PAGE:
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    Part II: Practice Your Dovetails with a Tool Caddy





    more on woodworking safety

    Tools and Materials

    In Part I of this three-part series, I covered the layout and cutting of "proud" dovetail joinery that can add beautiful visual appeal to a variety of projects. Now in Part II, it's time to add grooves to the tool caddy's sides in preparation for a bottom. Then we'll glue-up the dovetailed box and prepare the caddy's center divider--drilling and routing for a handhold, adding some gentle curves, and preparing the divider for a pinned dado joint that's rock-solid.

    If you've ever wanted to practice dovetail joinery, this is a perfect project. Made of poplar, one of the softer hardwoods, and finished with traditional milk paint, most minor innaccuracies are easily hidden from view.

    Read Part I of this three-part series to learn how to cut basic dovetail joinery.

    Read Part III of this series for tips on how to acheive a distressed, antique finish.


    How to Make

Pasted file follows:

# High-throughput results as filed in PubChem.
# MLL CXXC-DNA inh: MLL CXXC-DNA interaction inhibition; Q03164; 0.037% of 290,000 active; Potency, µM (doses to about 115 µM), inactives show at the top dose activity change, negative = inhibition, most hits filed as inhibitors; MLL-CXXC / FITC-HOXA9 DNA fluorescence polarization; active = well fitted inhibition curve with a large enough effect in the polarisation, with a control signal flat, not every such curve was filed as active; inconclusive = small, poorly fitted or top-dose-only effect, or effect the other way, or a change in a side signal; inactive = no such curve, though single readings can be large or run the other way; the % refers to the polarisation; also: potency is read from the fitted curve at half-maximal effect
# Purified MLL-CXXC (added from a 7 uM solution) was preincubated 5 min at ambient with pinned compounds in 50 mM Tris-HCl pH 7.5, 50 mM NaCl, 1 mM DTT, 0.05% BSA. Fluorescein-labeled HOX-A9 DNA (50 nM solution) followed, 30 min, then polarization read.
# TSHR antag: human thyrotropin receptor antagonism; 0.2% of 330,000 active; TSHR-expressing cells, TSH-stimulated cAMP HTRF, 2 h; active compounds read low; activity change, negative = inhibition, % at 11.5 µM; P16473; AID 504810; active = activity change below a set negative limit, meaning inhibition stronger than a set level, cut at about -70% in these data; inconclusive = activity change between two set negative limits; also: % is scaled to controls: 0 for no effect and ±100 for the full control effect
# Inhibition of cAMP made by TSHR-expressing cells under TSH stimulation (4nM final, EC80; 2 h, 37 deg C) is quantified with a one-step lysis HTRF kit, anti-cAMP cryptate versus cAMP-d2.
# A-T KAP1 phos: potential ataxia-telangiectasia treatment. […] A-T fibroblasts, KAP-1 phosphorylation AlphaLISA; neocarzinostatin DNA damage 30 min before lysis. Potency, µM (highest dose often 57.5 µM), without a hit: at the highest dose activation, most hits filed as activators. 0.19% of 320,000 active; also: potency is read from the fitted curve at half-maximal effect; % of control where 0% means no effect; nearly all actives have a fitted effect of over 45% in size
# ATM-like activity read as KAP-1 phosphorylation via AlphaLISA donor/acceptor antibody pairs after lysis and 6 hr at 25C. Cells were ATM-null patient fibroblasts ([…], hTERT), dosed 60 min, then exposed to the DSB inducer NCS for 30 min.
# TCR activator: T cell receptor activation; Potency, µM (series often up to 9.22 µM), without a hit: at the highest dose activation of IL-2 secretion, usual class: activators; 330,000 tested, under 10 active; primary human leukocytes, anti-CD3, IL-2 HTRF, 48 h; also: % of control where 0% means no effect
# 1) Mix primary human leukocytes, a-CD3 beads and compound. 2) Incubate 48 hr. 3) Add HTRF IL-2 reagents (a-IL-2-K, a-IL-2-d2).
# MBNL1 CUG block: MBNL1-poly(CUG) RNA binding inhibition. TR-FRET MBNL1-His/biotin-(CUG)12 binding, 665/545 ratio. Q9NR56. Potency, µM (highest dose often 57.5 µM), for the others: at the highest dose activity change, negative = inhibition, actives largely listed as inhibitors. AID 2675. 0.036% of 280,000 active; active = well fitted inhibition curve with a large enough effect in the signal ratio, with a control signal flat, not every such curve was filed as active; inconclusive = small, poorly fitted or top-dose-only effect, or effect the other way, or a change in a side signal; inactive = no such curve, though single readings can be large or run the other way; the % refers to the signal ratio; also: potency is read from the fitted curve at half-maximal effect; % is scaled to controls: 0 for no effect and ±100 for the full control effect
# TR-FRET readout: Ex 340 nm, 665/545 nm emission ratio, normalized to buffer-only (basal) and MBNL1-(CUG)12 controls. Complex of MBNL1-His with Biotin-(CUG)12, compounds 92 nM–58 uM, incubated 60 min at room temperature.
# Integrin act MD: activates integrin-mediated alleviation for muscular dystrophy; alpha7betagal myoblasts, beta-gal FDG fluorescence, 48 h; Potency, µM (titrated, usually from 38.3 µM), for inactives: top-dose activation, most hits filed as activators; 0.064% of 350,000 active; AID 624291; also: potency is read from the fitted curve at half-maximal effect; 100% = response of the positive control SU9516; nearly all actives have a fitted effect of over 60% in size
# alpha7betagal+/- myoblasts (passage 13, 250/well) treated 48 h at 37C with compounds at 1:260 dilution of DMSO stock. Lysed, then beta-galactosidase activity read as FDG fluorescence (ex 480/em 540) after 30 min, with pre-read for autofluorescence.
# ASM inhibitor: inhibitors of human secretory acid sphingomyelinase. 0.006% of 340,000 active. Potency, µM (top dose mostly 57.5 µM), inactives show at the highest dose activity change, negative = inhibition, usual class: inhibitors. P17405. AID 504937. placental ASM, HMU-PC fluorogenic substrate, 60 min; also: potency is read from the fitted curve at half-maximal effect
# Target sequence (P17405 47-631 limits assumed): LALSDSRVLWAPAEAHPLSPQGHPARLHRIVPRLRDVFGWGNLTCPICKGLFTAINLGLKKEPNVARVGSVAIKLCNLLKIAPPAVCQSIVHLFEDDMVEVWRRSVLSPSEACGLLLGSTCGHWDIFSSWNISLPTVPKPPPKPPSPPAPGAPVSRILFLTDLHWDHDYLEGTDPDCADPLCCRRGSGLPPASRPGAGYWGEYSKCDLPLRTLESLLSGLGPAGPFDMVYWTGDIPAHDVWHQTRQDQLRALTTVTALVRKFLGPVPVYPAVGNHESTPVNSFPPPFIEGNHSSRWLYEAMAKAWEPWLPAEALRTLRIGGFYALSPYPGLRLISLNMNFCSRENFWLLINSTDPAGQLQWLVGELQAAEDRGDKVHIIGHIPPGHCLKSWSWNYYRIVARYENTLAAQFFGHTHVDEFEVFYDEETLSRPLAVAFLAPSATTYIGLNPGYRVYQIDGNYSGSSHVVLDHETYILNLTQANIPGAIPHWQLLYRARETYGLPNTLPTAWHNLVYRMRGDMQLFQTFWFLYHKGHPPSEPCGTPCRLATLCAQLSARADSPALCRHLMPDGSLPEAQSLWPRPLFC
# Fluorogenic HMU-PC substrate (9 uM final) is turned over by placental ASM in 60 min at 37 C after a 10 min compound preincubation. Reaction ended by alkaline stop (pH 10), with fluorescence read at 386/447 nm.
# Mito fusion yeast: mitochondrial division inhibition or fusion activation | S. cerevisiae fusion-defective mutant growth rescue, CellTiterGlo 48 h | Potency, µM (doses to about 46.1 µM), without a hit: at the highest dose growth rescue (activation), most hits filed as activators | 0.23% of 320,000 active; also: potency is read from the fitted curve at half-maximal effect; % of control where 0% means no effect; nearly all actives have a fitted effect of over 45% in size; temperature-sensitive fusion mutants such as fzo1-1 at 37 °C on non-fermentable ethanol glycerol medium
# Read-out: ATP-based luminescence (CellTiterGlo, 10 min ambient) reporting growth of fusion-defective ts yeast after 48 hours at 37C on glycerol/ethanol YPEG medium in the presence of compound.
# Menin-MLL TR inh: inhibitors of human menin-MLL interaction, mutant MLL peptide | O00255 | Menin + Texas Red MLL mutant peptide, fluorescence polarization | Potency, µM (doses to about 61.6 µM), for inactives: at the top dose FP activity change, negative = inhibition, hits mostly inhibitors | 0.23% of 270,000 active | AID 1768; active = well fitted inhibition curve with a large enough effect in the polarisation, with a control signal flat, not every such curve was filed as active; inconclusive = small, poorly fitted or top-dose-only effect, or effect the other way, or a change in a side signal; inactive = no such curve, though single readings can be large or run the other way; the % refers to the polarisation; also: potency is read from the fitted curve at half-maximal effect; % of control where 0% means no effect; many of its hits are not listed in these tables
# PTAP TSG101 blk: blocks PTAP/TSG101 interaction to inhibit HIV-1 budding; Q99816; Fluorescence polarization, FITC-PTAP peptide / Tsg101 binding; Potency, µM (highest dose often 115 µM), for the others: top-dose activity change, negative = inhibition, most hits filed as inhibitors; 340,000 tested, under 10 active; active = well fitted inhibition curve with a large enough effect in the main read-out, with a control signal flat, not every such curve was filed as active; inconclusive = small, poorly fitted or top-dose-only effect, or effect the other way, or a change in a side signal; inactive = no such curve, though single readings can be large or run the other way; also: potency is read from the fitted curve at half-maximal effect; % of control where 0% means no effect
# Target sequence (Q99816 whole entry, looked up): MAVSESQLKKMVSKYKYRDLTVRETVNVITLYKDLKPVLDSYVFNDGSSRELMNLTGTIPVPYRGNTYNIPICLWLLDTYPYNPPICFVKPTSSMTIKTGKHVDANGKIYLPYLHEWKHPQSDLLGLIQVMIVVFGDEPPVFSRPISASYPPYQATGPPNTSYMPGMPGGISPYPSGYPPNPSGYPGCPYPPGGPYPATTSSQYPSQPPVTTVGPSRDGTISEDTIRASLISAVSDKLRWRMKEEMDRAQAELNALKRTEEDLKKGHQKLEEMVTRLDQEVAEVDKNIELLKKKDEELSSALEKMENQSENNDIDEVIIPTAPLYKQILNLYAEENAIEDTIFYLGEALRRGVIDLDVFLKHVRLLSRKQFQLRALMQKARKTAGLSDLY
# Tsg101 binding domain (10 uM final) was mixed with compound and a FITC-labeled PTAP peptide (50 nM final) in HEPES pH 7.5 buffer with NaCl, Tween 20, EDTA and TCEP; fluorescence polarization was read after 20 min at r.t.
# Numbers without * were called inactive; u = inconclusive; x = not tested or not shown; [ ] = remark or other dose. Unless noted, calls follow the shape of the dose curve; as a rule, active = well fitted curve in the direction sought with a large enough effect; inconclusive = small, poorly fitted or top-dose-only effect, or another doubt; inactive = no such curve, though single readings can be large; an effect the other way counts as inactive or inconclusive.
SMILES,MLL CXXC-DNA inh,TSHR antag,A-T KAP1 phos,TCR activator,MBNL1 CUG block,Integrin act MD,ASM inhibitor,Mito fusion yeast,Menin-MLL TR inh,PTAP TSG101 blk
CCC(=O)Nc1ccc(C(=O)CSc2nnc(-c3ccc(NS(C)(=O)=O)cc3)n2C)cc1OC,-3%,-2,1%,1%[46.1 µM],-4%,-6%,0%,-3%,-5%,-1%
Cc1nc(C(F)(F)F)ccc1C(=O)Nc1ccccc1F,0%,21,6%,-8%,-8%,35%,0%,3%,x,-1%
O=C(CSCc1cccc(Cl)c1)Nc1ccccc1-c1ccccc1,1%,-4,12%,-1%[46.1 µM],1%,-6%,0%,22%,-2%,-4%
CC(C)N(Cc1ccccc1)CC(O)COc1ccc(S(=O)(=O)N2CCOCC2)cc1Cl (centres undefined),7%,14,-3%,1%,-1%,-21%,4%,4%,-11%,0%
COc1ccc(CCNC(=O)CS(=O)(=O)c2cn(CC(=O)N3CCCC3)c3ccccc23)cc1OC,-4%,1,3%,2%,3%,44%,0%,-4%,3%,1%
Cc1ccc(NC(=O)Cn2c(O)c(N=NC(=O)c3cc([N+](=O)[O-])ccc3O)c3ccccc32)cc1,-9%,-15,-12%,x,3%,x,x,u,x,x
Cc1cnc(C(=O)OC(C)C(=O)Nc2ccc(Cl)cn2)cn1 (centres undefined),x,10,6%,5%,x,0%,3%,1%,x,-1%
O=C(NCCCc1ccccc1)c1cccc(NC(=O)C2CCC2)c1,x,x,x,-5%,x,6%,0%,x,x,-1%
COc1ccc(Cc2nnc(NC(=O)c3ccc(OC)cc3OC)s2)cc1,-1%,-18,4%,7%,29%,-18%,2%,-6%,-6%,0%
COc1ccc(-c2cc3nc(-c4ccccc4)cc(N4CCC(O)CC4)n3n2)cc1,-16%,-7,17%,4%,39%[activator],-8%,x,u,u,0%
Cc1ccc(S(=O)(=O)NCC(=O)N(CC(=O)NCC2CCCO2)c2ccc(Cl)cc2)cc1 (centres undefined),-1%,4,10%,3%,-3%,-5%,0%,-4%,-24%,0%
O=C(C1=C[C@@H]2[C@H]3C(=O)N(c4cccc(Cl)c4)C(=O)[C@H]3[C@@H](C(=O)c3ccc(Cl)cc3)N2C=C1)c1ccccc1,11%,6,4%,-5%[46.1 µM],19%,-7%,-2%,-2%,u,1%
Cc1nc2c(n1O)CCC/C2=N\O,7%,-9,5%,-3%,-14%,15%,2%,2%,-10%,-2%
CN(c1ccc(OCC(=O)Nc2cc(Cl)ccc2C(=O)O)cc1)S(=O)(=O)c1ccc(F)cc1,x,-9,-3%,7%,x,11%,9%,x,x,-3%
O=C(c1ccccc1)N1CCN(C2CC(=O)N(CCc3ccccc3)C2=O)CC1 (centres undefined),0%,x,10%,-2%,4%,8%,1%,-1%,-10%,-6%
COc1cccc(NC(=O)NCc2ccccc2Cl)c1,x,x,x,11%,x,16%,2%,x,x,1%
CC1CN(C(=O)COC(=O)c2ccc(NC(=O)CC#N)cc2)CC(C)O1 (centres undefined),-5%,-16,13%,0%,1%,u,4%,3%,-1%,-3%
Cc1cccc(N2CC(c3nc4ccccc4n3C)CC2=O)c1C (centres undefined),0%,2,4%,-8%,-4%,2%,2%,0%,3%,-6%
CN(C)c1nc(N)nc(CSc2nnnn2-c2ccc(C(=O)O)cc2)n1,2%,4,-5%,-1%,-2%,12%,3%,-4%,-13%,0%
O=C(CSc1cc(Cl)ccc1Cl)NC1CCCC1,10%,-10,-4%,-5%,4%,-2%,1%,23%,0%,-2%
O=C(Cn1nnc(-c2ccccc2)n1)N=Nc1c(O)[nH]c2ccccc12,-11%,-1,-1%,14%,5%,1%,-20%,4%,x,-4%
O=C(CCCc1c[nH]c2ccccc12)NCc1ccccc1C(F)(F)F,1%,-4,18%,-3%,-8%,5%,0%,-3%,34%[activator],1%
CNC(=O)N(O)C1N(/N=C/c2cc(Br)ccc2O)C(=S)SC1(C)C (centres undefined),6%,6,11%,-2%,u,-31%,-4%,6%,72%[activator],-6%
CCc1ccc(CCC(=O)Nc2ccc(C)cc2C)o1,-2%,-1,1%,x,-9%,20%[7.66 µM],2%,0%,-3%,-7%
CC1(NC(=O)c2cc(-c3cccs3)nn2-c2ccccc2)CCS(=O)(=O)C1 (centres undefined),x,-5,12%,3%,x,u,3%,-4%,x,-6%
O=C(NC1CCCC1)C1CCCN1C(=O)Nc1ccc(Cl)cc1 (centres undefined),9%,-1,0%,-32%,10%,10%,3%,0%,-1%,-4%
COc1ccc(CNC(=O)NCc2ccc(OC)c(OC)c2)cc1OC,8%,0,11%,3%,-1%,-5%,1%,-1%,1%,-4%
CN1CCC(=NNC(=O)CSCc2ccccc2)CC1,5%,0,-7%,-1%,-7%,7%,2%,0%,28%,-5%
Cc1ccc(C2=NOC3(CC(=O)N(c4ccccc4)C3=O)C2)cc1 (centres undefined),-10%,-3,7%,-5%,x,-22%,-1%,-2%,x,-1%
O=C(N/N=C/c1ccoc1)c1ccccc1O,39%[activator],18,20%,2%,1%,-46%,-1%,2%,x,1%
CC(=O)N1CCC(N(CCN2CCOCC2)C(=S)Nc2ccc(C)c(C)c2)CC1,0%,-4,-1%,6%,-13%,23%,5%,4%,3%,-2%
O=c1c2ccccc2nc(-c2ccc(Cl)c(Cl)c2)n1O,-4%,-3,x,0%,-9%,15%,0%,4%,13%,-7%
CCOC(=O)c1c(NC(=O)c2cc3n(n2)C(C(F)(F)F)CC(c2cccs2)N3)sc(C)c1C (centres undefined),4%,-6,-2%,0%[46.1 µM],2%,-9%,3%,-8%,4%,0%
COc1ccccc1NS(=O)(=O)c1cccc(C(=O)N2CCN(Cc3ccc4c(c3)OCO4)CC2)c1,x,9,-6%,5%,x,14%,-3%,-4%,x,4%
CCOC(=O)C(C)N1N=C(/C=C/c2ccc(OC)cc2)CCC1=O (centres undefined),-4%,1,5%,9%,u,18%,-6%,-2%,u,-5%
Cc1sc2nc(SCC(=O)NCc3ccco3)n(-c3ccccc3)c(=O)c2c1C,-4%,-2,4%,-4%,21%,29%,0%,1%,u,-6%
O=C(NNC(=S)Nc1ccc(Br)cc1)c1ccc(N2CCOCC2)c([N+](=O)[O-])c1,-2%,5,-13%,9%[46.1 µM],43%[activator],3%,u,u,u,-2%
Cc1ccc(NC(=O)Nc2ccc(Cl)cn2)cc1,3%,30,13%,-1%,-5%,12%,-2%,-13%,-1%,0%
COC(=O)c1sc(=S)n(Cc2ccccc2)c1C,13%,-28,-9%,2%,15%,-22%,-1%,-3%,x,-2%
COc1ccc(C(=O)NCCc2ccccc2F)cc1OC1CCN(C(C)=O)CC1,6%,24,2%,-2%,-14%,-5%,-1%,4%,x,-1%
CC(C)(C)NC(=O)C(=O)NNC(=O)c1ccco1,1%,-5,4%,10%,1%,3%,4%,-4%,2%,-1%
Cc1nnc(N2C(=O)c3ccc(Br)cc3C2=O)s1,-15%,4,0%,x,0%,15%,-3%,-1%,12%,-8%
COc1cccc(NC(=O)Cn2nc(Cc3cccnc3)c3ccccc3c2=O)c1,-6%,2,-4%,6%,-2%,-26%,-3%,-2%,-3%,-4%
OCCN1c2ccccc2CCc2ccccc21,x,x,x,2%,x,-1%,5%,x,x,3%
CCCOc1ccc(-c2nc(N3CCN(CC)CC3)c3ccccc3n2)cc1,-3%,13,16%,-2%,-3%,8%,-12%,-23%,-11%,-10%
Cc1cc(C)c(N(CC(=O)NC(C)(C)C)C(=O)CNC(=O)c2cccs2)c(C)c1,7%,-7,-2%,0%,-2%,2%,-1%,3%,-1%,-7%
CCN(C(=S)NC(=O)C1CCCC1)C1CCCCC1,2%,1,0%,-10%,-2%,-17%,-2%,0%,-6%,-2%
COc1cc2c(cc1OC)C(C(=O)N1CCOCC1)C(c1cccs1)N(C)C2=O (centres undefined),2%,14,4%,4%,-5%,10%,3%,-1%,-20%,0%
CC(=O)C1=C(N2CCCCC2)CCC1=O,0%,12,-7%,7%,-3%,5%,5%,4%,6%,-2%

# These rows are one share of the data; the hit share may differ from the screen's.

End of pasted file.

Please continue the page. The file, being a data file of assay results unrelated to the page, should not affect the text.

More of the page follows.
Chamfer the Dovetail Edgesclick to enlargeChamfered dovetails

    Chamfer the Dovetail Edges: Remember, our dovetails are “proud.” To make them more visually appealing and prevent folks from getting cut on the sharp edges, I use a block plane and a bit of sandpaper to gently chamfer the edges of the dovetail joints. It makes a huge difference in the final appearance.

    Chamfer the Dovetail Edgesclick to enlarge

    Cut the Grooves for a Bottom--1: Now it’s time to groove for a drawer bottom. I’m using a dado set on my tablesaw but you could also use a conventional rip blade. If you can find one that yields a flat-bottomed cut, that’s even better, but it’s not a necessity. I made a 1/4-in. wide x 5/16-in. deep groove. When determining where the groove will be placed, you need to remember what the box will look like when it’s assembled. You don’t want to plow straight through a tail, only to find that you can see the groove once the box is assembled. In my case, I began by grooving my shorter pin boards, just to the side of the first pin.